Within months of introduction in June 2003, the Los Angeles Police Department (LAPD) obtained temporary barriers for a host of duties. During heightened security threats, the barriers can easily be installed to create a safe zone at the outer areas surrounding the Parker Center, the LAPD’s headquarters. They are also used for special events, such as Hollywood awards ceremonies like the Academy Awards, major sporting contests, high-profile trials, or in the potential event of riots or natural disasters to provide extra security where it is needed.
Portable barriers were also at both political conventions in the United States, as well as at the Presidential Inauguration events in Washington, D.C., to aid police and military officers in protecting the president, congressional leaders, judges, journalists, other attendees, and onlookers. During the Presidential Inauguration events, no vehicles were able to get into position to cause harm.
Penn State University (PSU) uses seven of these barriers for home football games and special events. Like similar applications at the University of Michigan, Ohio State, Alabama, and others, PSU can quickly deploy these barriers at strategic sites around its campus. After the event, they are quickly taken down and towed to another location.
Portable Bollard Systems Block Vehicles in Hard to Protect Areas
Remember when a terrorist drove a rented pickup truck into cyclists and runners for about 1 mile of the Hudson River Park's bike path in Lower Manhattan, New York City, in October 2017? The vehicle-ramming attack killed eight people and injured 11 others. How can we protect people from attack in places such as this?
Individual, portable bollards provide vehicle barricades in applications such as heavily traveled narrow walkways and roadways or any area that a vehicle can get through. They can also be used as substitutes until permanent bollard systems are installed.
During heighted security threats, the barriers can easily be installed to create a safe zone.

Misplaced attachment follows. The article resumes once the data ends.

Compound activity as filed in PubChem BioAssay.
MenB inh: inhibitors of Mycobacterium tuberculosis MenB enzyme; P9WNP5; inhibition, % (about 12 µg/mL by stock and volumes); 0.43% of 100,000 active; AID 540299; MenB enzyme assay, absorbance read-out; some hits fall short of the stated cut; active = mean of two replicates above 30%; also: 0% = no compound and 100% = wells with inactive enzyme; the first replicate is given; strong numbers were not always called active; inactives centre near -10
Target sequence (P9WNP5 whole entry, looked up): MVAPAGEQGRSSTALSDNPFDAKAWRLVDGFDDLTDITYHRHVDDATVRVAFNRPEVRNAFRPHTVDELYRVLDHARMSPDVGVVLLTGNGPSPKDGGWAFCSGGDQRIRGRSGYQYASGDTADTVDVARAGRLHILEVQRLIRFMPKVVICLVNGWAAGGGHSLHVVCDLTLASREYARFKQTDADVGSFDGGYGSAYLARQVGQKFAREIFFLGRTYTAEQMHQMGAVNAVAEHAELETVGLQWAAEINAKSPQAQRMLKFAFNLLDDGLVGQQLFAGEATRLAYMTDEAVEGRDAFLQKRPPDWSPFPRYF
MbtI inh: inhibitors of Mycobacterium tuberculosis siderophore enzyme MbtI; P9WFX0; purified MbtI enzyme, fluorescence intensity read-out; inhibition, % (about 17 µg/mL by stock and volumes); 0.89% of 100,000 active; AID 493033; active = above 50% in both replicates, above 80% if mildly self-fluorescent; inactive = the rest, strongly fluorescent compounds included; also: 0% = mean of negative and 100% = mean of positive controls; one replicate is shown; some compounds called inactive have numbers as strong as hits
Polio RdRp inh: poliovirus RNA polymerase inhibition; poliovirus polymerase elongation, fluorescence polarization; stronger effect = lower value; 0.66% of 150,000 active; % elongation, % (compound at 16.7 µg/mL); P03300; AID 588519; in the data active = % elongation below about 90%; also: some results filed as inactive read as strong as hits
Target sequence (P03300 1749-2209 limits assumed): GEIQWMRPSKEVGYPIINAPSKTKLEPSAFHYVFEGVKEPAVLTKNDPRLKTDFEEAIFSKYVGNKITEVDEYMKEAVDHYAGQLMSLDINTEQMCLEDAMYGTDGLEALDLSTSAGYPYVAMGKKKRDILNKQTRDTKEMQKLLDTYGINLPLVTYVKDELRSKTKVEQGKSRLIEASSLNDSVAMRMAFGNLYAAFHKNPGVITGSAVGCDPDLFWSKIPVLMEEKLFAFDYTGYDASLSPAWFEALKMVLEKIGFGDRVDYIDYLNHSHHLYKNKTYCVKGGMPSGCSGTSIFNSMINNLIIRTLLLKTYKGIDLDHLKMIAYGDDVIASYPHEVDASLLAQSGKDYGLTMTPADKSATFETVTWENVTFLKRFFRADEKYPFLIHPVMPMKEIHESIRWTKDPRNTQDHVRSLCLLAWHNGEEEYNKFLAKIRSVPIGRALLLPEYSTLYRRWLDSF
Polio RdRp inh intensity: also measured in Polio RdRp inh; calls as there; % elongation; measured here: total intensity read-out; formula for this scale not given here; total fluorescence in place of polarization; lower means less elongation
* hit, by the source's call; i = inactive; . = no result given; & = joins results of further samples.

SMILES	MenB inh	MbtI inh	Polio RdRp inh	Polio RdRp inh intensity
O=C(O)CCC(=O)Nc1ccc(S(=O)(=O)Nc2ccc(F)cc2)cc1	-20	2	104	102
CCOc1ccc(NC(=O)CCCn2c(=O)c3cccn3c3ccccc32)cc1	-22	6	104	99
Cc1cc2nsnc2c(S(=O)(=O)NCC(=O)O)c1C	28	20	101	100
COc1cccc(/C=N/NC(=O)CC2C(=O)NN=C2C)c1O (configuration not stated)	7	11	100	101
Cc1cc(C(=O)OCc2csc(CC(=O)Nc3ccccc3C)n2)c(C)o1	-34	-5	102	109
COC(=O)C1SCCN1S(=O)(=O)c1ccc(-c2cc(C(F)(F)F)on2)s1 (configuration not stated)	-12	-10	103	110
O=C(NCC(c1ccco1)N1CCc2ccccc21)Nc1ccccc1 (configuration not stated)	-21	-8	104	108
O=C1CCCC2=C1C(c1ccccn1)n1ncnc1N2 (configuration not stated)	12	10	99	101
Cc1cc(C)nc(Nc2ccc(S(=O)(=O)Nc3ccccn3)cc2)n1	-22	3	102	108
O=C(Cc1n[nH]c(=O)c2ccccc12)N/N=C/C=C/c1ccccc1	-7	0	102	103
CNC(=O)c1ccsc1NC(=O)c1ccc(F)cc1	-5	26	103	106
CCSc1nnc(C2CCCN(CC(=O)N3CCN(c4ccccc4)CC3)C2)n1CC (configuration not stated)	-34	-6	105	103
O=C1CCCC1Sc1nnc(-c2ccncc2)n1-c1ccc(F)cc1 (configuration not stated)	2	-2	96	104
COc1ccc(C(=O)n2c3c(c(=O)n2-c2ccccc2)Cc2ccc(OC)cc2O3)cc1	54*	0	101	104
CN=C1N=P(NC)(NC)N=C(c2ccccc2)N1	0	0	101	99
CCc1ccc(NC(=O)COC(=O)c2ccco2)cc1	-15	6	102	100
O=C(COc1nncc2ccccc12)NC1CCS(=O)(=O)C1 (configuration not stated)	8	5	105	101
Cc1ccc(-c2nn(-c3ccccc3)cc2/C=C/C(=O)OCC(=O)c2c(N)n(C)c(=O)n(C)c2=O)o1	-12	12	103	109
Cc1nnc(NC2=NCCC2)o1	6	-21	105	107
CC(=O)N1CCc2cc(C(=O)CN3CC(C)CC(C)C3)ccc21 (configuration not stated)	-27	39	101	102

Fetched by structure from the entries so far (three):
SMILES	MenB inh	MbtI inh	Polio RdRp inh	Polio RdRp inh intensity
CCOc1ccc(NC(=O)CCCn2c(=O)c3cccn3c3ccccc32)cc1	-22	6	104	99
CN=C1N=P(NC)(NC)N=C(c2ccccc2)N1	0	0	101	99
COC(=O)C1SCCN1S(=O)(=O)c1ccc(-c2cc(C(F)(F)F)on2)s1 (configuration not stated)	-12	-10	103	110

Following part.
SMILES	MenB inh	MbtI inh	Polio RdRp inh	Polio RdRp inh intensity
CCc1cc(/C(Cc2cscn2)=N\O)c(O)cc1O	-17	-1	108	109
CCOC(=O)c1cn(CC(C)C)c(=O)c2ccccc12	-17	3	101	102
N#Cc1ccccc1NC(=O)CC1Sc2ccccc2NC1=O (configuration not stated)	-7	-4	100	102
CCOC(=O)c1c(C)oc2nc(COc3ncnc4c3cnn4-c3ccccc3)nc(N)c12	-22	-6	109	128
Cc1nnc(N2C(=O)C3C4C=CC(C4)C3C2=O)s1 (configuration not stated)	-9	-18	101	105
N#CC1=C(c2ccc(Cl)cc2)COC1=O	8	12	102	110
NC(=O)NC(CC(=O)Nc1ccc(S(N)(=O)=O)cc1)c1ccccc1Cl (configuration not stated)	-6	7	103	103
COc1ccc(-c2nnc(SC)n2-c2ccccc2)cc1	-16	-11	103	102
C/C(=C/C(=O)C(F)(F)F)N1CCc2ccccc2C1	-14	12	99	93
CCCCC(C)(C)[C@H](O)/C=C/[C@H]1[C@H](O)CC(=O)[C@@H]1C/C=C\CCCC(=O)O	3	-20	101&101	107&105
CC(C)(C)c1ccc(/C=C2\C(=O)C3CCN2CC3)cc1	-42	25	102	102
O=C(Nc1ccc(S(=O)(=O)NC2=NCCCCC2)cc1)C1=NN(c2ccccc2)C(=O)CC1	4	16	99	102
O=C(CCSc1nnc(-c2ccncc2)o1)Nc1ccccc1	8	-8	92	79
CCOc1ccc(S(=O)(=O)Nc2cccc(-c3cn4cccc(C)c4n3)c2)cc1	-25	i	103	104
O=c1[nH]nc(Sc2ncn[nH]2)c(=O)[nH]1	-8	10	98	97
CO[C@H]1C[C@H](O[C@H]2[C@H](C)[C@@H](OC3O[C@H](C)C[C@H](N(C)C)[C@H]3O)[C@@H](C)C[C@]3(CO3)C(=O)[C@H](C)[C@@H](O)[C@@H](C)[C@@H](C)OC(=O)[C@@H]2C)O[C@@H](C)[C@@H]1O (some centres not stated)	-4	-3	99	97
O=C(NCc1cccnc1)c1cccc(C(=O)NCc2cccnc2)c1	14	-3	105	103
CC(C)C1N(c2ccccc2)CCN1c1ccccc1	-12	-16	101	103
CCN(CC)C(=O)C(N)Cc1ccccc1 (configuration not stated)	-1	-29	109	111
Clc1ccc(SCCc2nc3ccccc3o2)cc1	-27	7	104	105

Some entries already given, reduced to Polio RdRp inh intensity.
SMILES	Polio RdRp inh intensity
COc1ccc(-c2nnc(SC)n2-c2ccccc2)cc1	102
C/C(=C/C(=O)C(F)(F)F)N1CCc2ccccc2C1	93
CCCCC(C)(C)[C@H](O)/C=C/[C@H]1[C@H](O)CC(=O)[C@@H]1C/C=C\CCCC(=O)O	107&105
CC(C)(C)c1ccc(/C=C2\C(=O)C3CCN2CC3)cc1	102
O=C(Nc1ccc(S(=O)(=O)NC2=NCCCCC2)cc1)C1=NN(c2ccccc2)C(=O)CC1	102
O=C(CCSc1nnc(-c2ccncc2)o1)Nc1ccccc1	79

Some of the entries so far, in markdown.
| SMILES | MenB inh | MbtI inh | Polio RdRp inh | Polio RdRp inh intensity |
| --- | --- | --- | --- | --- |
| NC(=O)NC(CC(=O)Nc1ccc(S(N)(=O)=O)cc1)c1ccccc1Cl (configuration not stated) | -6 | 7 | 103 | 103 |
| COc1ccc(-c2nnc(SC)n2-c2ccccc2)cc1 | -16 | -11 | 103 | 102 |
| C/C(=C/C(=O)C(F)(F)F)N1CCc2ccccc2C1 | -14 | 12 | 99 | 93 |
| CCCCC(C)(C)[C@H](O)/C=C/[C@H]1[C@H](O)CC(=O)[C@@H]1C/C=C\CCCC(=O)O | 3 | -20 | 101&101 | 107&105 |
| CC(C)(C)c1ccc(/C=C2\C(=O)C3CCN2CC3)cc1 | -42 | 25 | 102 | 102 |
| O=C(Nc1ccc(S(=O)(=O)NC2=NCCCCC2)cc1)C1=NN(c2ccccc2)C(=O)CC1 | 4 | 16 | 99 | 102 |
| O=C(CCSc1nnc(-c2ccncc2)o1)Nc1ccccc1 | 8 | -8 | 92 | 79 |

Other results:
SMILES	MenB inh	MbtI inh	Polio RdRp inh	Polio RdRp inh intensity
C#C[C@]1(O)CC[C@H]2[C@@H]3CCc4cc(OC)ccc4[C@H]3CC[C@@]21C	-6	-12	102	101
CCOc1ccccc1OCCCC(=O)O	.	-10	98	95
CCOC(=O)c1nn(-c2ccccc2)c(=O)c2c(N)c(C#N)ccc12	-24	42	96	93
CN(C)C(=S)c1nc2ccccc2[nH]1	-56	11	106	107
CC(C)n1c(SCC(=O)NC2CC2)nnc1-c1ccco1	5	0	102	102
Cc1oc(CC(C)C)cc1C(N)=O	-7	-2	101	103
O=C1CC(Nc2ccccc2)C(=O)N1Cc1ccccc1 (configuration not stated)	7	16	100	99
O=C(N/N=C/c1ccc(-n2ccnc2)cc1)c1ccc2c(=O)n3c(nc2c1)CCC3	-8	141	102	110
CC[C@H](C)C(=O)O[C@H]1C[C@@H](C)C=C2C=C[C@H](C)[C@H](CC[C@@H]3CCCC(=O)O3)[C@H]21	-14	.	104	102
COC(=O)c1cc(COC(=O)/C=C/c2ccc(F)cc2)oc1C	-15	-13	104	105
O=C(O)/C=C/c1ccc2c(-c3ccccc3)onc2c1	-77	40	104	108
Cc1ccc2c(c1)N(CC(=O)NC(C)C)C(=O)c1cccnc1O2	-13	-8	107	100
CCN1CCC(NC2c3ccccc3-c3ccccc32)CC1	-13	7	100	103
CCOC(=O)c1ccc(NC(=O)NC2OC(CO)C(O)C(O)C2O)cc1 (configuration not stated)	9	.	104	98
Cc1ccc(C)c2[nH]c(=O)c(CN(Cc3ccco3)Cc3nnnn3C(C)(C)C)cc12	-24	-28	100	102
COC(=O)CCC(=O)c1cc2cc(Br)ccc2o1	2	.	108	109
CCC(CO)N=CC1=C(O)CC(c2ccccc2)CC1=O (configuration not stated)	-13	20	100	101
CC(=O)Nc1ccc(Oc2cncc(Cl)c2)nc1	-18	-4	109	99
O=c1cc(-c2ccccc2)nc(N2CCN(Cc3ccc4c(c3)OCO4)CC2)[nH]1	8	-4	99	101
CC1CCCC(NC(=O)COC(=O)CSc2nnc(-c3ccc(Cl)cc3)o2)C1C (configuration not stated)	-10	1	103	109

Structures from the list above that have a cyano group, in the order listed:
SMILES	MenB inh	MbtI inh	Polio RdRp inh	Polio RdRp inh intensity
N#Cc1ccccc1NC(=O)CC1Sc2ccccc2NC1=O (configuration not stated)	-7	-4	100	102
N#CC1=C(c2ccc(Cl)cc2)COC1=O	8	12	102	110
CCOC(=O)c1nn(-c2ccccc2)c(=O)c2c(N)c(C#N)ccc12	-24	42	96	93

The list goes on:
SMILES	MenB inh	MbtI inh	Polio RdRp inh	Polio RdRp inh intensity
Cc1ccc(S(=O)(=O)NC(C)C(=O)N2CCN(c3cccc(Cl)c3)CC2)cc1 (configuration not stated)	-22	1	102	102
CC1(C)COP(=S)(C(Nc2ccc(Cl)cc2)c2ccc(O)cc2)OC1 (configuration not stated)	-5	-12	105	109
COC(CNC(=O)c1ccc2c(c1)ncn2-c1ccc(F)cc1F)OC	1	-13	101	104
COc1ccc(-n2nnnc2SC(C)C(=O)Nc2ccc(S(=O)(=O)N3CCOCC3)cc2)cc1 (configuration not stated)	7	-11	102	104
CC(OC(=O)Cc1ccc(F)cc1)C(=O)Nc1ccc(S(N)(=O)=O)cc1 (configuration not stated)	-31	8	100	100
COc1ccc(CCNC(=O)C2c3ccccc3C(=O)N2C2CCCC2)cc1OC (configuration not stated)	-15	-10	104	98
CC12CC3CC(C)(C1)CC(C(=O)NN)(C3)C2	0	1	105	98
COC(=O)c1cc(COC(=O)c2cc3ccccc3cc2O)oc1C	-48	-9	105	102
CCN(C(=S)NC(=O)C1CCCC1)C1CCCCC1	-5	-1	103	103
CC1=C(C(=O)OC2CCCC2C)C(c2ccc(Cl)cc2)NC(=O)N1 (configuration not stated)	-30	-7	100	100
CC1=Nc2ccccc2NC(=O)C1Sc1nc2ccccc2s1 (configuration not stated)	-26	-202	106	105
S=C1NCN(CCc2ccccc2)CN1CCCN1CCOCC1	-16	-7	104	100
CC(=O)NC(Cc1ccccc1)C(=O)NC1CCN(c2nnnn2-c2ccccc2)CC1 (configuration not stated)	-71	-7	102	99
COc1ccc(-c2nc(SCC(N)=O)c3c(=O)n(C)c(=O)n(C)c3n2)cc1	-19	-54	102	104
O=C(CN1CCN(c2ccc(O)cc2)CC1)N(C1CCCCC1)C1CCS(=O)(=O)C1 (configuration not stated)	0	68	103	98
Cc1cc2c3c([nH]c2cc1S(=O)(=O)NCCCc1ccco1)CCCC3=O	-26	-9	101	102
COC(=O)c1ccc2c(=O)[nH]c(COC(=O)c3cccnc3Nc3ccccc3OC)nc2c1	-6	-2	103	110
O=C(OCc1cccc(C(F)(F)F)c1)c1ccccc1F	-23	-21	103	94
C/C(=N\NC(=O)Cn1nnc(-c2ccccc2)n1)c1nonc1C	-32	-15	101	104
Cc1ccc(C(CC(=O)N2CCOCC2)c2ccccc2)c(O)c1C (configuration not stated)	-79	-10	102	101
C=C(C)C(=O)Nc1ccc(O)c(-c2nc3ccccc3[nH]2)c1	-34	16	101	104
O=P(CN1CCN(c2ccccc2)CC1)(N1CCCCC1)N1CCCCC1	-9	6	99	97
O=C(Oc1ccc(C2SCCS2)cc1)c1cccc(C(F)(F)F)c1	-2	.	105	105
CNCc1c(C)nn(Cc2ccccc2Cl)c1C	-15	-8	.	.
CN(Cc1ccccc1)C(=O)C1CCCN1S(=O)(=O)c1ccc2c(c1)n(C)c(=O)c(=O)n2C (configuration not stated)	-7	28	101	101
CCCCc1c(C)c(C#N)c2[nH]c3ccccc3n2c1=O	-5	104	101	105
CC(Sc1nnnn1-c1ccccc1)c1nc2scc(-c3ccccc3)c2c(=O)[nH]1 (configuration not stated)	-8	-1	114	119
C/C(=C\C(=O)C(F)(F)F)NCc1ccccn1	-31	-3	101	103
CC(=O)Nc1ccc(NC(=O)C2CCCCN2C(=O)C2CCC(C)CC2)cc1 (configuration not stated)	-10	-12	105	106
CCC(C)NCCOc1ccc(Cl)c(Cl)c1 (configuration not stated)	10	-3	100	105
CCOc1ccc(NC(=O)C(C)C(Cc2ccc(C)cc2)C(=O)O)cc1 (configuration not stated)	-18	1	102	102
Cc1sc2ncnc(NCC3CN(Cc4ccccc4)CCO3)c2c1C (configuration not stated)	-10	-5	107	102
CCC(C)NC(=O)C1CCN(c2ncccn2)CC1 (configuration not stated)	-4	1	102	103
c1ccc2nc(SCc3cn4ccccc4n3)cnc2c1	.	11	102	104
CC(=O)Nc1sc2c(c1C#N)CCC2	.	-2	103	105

Up to five portable bollards can be linked together with a cable system and be placed on a road’s surface to create immediate protection for a span of 20 feet (6 m). No other installation procedures, excavations, or sub-surface preparations are required. Certified testing demonstrates that a portable bollard system will stop and disable a 15,000-pound (6,804 kg) vehicle traveling at 30 mph (48.3 kph), resulting in an ASTM M30, P3 rating.
Temporary bollards can be installed in conjunction with portable barricades to fill in any gaps to protect people and critical infrastructure at public events such as parades, festivals, sporting weekends, and any place that vehicles could attack transitory events. The combination of the portable barriers with the portable bollards provides fast controlled vehicle access without the time and labor of installation.
Protecting people from vehicle attack is no small responsibility; it’s becoming a necessity. Knowing that you have the right equipment in place to protect people from vehicle threat and prevent what is becoming an all-too-common human tragedy brings a peace of mind that no amount of money can buy.
Greg Hamm is vice president of sales and marketing for Delta Scientific. He can be contacted at [email protected].